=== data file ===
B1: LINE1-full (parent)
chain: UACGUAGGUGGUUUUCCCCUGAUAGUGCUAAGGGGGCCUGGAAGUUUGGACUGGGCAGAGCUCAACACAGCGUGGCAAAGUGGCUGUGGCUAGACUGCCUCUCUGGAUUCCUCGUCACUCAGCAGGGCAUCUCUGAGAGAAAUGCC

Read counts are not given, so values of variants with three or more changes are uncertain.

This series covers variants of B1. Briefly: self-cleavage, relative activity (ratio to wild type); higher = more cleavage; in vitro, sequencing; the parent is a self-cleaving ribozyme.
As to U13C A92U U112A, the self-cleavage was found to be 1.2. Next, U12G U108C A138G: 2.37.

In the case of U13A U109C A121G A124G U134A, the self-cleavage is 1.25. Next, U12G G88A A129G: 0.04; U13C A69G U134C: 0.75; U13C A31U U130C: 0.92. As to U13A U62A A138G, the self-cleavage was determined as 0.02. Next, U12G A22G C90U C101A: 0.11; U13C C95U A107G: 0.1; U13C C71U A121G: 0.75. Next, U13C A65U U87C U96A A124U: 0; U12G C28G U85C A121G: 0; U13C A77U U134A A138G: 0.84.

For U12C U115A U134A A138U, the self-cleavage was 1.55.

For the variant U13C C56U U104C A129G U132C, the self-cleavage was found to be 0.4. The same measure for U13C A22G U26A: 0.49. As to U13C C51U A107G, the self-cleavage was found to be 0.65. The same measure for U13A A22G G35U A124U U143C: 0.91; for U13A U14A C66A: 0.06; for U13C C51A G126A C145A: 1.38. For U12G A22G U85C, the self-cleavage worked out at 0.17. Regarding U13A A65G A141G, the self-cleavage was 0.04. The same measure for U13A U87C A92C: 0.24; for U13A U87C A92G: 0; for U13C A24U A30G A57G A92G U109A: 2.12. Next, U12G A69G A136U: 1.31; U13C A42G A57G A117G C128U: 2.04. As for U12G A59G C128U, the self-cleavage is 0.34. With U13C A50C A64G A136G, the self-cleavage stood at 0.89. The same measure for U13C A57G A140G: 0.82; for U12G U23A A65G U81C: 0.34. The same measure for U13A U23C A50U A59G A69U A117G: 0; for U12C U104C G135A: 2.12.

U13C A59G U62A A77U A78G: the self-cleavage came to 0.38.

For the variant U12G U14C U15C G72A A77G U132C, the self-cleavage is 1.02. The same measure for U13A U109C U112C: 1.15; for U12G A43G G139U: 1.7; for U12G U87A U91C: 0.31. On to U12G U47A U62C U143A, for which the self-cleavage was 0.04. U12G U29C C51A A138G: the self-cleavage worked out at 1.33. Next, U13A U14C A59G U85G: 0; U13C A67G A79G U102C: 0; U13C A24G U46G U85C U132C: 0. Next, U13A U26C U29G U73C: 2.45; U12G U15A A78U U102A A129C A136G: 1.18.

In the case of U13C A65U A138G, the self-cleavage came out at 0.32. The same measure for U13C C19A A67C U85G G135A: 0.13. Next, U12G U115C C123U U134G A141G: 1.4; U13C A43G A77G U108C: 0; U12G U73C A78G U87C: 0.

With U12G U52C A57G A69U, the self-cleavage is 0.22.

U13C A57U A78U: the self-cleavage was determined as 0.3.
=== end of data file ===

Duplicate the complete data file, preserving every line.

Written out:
B1: LINE1-full (parent)
chain: UACGUAGGUGGUUUUCCCCUGAUAGUGCUAAGGGGGCCUGGAAGUUUGGACUGGGCAGAGCUCAACACAGCGUGGCAAAGUGGCUGUGGCUAGACUGCCUCUCUGGAUUCCUCGUCACUCAGCAGGGCAUCUCUGAGAGAAAUGCC

Read counts are not given, so values of variants with three or more changes are uncertain.

This series covers variants of B1. Briefly: self-cleavage, relative activity (ratio to wild type); higher = more cleavage; in vitro, sequencing; the parent is a self-cleaving ribozyme.
As to U13C A92U U112A, the self-cleavage was found to be 1.2. Next, U12G U108C A138G: 2.37.

In the case of U13A U109C A121G A124G U134A, the self-cleavage is 1.25. Next, U12G G88A A129G: 0.04; U13C A69G U134C: 0.75; U13C A31U U130C: 0.92. As to U13A U62A A138G, the self-cleavage was determined as 0.02. Next, U12G A22G C90U C101A: 0.11; U13C C95U A107G: 0.1; U13C C71U A121G: 0.75. Next, U13C A65U U87C U96A A124U: 0; U12G C28G U85C A121G: 0; U13C A77U U134A A138G: 0.84.

For U12C U115A U134A A138U, the self-cleavage was 1.55.

For the variant U13C C56U U104C A129G U132C, the self-cleavage was found to be 0.4. The same measure for U13C A22G U26A: 0.49. As to U13C C51U A107G, the self-cleavage was found to be 0.65. The same measure for U13A A22G G35U A124U U143C: 0.91; for U13A U14A C66A: 0.06; for U13C C51A G126A C145A: 1.38. For U12G A22G U85C, the self-cleavage worked out at 0.17. Regarding U13A A65G A141G, the self-cleavage was 0.04. The same measure for U13A U87C A92C: 0.24; for U13A U87C A92G: 0; for U13C A24U A30G A57G A92G U109A: 2.12. Next, U12G A69G A136U: 1.31; U13C A42G A57G A117G C128U: 2.04. As for U12G A59G C128U, the self-cleavage is 0.34. With U13C A50C A64G A136G, the self-cleavage stood at 0.89. The same measure for U13C A57G A140G: 0.82; for U12G U23A A65G U81C: 0.34. The same measure for U13A U23C A50U A59G A69U A117G: 0; for U12C U104C G135A: 2.12.

U13C A59G U62A A77U A78G: the self-cleavage came to 0.38.

For the variant U12G U14C U15C G72A A77G U132C, the self-cleavage is 1.02. The same measure for U13A U109C U112C: 1.15; for U12G A43G G139U: 1.7; for U12G U87A U91C: 0.31. On to U12G U47A U62C U143A, for which the self-cleavage was 0.04. U12G U29C C51A A138G: the self-cleavage worked out at 1.33. Next, U13A U14C A59G U85G: 0; U13C A67G A79G U102C: 0; U13C A24G U46G U85C U132C: 0. Next, U13A U26C U29G U73C: 2.45; U12G U15A A78U U102A A129C A136G: 1.18.

In the case of U13C A65U A138G, the self-cleavage came out at 0.32. The same measure for U13C C19A A67C U85G G135A: 0.13. Next, U12G U115C C123U U134G A141G: 1.4; U13C A43G A77G U108C: 0; U12G U73C A78G U87C: 0.

With U12G U52C A57G A69U, the self-cleavage is 0.22.

U13C A57U A78U: the self-cleavage was determined as 0.3.